A career .300 ripper on the farm, Martin Prado has actually saved his best for the big leagues, roaring out of the gate in 2010 by hitting safely in his first six games, good for a white-hot .519 batting average.
It's been a few years since Edgar Renteria caused more than a minor ripple within the fantasy community, but a dearth of talent at shortstop coupled with a .440 batting average has thrust him back into the spotlight.
Chipper Jones's batting average plummeted exactly 100 points from 2008 to '09 and he's already missed time with two separate injuries this year -- not exactly a recipe for a rebound.
With one hit in his last 18 at-bats and a .130 average, Johnny Damon's performance at the dish has been a far cry from his Yankee Stadium-aided .302 mark from last season.
Scott Podsednik's feel-good 2009 is looking to be anything but a fluke as the rejuvenated speedster is a perfect 5-for-5 on stolen base attempts, good for a share of the AL lead in swipes.
Rafael Furcal hasn't been a force on the basepaths since nabbing 25 back in '07, but he's off to a flying start in 2010, racking up three steals in his first six games. Pretty amazing considering that Furcal was stuck on three steals as late as June 7 of last season.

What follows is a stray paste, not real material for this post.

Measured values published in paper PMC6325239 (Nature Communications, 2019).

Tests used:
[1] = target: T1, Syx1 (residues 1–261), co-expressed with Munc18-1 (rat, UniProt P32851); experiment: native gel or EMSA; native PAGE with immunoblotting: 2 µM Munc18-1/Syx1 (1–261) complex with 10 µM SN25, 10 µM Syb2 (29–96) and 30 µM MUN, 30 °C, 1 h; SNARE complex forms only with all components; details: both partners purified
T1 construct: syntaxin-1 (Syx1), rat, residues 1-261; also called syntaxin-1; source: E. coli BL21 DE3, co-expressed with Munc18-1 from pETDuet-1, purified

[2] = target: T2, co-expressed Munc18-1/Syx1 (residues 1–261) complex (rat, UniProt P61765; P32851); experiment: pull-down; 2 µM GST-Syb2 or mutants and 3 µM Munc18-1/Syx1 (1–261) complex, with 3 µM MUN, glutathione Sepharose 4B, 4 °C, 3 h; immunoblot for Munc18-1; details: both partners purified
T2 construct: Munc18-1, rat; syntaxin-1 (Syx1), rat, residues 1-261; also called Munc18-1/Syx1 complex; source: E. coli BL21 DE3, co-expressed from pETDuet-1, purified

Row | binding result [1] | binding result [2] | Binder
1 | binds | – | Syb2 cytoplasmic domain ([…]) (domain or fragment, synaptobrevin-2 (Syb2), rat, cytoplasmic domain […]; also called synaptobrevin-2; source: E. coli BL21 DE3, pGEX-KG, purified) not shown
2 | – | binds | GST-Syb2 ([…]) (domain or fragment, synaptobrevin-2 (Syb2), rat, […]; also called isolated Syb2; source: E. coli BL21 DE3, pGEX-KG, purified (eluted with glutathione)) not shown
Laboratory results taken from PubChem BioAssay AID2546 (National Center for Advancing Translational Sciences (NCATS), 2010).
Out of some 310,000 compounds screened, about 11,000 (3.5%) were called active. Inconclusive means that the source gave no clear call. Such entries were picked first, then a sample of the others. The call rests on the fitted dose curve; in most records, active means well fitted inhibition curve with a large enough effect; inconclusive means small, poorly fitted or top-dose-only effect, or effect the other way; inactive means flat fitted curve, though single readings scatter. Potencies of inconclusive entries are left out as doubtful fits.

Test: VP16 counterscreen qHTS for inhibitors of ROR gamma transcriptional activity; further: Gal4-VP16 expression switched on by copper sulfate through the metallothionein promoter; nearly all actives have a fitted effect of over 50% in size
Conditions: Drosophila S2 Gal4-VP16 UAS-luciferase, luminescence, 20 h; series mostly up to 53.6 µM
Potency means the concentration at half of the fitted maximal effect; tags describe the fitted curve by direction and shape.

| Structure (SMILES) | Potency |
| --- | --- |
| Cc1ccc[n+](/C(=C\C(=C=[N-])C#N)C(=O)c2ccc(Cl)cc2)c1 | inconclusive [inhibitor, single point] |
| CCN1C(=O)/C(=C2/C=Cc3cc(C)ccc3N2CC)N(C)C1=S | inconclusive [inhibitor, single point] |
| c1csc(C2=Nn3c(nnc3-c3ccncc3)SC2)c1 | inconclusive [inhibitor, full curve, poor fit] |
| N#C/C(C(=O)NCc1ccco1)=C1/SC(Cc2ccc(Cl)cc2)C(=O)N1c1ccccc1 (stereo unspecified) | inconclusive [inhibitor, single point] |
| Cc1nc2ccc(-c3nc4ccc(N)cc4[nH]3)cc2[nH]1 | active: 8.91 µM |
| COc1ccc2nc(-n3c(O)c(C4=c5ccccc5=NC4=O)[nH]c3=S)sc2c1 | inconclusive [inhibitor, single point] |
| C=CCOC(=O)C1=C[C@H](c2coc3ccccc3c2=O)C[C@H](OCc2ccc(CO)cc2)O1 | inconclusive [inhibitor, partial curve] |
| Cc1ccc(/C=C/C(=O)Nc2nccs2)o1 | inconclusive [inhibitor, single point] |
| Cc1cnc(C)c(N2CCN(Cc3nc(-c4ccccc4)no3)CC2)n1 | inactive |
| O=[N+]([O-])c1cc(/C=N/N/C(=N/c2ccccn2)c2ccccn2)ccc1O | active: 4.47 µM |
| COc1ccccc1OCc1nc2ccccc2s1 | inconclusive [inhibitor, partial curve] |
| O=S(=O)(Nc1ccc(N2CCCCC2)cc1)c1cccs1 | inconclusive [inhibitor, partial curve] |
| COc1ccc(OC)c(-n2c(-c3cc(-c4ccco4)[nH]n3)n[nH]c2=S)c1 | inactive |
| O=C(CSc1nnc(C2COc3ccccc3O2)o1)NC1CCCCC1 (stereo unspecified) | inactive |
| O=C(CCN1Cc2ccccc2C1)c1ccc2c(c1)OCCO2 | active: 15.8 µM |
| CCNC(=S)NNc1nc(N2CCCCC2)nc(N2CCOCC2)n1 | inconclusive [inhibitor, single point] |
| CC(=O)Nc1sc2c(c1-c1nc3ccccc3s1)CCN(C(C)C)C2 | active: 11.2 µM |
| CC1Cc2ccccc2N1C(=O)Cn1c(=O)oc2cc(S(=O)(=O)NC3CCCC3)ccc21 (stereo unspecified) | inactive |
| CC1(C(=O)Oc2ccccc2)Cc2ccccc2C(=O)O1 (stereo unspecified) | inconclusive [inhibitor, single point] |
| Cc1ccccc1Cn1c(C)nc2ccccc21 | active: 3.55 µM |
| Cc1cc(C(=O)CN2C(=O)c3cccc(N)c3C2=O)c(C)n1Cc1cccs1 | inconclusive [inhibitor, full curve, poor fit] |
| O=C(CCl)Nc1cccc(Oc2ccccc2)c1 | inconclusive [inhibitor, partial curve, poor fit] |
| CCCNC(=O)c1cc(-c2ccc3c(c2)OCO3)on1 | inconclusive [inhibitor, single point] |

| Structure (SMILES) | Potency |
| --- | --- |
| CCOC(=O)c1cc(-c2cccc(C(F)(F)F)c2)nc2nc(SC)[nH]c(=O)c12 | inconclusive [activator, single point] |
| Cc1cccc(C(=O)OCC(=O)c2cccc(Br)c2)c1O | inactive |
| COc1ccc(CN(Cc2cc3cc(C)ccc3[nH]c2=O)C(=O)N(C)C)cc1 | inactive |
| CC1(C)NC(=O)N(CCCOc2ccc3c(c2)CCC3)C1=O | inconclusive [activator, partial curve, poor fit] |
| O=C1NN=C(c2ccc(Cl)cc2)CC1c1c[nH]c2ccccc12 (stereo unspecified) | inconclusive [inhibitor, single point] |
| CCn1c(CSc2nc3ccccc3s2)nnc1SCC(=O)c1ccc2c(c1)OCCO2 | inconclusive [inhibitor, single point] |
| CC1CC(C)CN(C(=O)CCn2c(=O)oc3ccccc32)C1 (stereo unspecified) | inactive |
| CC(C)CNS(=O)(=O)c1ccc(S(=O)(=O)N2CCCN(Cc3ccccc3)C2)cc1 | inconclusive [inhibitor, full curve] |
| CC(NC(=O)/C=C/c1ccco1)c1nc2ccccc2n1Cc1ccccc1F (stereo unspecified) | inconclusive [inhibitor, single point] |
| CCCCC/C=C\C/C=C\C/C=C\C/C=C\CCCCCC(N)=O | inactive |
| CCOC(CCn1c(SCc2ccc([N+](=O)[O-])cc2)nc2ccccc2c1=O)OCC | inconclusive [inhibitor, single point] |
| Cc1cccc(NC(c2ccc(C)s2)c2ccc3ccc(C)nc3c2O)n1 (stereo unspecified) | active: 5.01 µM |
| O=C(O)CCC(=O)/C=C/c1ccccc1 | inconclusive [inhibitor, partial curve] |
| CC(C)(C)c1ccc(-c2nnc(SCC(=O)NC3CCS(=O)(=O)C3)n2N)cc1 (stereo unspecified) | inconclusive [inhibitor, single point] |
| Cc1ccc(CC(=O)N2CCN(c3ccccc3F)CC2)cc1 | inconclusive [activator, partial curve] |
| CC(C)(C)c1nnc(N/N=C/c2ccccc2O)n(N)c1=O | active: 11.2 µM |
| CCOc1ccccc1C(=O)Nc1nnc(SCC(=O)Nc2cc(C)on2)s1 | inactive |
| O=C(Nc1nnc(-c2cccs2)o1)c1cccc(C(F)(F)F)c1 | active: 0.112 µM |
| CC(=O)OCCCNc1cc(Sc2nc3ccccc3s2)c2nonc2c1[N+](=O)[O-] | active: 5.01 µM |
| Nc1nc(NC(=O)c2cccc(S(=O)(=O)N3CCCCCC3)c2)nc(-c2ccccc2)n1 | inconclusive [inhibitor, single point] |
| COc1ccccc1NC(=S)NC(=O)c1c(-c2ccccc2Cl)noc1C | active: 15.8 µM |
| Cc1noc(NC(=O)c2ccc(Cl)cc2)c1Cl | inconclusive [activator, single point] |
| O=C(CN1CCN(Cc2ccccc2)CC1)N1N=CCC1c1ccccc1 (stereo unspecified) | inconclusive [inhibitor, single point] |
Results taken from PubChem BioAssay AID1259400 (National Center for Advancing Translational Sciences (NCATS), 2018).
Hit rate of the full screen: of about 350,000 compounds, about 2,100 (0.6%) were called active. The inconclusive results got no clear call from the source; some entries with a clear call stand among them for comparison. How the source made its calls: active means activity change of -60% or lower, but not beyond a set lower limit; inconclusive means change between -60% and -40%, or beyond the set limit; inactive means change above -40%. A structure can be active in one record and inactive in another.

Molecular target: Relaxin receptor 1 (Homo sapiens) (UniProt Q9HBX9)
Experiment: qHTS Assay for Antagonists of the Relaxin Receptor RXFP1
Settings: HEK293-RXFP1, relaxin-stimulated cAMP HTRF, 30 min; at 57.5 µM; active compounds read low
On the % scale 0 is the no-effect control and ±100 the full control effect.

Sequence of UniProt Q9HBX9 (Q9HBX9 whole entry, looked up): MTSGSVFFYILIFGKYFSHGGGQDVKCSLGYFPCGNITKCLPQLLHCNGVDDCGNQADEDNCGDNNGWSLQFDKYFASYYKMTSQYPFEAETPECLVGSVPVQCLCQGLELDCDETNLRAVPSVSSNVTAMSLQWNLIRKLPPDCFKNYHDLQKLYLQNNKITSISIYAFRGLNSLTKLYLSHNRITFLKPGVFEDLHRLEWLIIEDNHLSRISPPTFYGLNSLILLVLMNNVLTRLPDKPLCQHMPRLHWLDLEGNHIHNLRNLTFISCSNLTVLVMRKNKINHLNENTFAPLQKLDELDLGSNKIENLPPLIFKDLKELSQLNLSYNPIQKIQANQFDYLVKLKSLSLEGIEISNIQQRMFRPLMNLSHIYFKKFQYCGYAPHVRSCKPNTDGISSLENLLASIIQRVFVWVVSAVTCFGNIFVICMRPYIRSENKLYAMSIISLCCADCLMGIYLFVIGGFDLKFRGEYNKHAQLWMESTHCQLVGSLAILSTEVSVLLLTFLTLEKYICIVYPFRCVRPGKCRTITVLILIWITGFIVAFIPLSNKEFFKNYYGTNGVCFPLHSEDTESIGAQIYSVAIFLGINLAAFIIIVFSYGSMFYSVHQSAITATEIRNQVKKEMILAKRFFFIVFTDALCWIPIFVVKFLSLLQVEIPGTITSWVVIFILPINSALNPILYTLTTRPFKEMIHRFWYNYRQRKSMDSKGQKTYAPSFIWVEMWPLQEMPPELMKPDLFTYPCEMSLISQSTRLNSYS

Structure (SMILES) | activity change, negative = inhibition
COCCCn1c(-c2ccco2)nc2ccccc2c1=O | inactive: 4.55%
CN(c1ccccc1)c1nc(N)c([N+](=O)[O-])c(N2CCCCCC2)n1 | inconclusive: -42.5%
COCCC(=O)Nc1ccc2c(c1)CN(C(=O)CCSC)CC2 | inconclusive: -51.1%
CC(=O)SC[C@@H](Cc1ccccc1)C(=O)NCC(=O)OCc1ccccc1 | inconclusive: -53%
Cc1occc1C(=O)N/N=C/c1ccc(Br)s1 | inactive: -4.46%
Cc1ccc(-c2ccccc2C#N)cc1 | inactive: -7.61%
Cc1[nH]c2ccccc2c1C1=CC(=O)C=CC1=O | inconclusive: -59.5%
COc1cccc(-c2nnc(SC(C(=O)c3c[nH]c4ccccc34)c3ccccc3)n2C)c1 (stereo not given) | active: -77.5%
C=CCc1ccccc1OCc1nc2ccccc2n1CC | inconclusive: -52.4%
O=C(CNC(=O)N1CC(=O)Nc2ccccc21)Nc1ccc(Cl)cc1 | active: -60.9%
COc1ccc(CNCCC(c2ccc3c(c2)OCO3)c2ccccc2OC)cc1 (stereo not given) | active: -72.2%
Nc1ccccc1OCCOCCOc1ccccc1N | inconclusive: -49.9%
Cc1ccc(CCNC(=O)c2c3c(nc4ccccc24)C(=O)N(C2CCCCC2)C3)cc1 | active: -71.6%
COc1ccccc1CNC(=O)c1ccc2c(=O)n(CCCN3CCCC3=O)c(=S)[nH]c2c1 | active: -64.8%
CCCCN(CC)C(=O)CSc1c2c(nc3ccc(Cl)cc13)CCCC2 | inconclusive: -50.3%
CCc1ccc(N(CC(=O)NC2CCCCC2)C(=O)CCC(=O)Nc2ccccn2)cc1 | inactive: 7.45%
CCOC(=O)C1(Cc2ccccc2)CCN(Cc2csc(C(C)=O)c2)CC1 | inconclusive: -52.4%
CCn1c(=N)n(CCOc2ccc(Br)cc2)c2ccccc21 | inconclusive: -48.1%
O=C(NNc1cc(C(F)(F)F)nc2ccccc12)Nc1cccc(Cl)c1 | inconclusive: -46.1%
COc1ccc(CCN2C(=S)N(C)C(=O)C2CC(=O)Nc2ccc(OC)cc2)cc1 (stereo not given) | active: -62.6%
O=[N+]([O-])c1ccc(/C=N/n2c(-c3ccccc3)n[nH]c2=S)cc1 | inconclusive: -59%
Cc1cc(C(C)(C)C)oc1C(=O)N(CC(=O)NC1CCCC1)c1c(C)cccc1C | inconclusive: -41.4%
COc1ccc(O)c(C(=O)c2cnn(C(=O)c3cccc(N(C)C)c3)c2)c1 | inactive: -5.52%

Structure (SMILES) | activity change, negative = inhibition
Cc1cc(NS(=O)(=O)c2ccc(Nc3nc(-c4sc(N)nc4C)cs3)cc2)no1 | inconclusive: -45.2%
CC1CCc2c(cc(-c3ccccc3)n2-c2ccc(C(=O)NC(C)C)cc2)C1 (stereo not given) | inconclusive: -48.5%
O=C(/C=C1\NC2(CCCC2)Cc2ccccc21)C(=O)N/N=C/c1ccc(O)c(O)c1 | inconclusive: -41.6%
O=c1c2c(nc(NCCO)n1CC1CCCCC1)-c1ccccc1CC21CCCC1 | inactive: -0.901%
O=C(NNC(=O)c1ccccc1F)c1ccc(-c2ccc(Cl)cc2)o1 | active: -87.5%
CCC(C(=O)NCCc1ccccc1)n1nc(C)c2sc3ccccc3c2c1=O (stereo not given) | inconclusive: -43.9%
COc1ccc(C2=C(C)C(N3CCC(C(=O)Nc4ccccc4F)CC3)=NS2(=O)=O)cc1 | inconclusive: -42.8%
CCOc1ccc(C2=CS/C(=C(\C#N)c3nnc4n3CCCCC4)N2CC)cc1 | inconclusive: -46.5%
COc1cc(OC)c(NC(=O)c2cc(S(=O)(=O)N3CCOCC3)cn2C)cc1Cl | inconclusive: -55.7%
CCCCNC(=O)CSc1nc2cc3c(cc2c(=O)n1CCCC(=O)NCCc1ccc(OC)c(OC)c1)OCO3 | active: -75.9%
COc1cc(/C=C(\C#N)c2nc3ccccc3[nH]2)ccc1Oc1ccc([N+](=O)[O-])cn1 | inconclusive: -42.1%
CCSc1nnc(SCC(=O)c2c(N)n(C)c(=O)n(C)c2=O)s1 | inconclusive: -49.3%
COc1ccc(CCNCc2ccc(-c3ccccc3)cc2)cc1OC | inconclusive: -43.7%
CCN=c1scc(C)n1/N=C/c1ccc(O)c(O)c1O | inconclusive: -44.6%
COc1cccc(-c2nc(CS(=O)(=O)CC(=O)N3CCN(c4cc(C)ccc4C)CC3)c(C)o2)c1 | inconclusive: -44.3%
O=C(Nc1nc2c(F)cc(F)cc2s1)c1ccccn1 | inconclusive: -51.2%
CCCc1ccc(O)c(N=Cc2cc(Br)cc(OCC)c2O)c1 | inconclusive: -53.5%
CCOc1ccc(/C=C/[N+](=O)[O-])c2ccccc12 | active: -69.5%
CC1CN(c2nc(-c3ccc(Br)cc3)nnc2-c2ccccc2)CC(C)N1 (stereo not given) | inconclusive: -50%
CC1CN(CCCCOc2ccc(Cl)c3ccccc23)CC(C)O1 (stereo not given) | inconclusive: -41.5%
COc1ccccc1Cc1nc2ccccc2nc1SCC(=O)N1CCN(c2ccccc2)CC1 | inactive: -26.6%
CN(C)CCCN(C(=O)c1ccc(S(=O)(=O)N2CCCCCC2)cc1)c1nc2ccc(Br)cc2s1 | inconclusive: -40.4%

A massive upswing in walks help propel Michael Bourn to an National League-leading 61 steals last season, but Houston's flashy leadoff man is still searching for his first free pass and has just one swipe to his name.
Proof that even the greats eventually slow down, the 36-year-old Ichiro Suzuki has made good on just one of his first three stolen base tries this year, continuing a multi-year trend of decreased efficiency on the bases.
Cardinals pitching coach Dave Duncan has made 15-game winners out of hurlers with far less raw talent than 23-year-old Jaime Garcia, who looked impressive in his debut win over the Brewers on April 10.
A 16-game winner in 2009, Jorge De La Rosa could actually eclipse that mark if he continues to hurl like he did in his first start of 2010, when he allowed just two baserunners and whiffed nine in seven innings. Having a deep and potent Rockies lineup as support surely can't hurt, either.
The owner of a solid 3.75 ERA over his first two starts, Roy Oswalt has only a pair of losses to show for his efforts thanks to a punchless Astros offense that has generated just 13 runs over its first seven games. Wins will come at a premium for Houston's starting staff in 2010.
Although Josh Johnson has the talent to overcome his rocky start on the hill (2 GS, 6.30 ERA, 2.00 WHIP), a porous Marlins defense that has committed 11 errors through seven contests won't help him in his quest to right the ship.
Neftali Feliz and his 96-mph heater should be given every opportunity to stick in the closer role, and he needs to be owned in all formats.
Even if Brad Lidge was healthy (he isn't), Ryan Madson could be manager Charlie Manuel's choice to serve as the Phillies' everyday closer. He's handled himself well thus far with a 2.70 ERA and two saves in as many opportunities, bringing stability to a role that has lacked it since Lidge's dynamite 2008.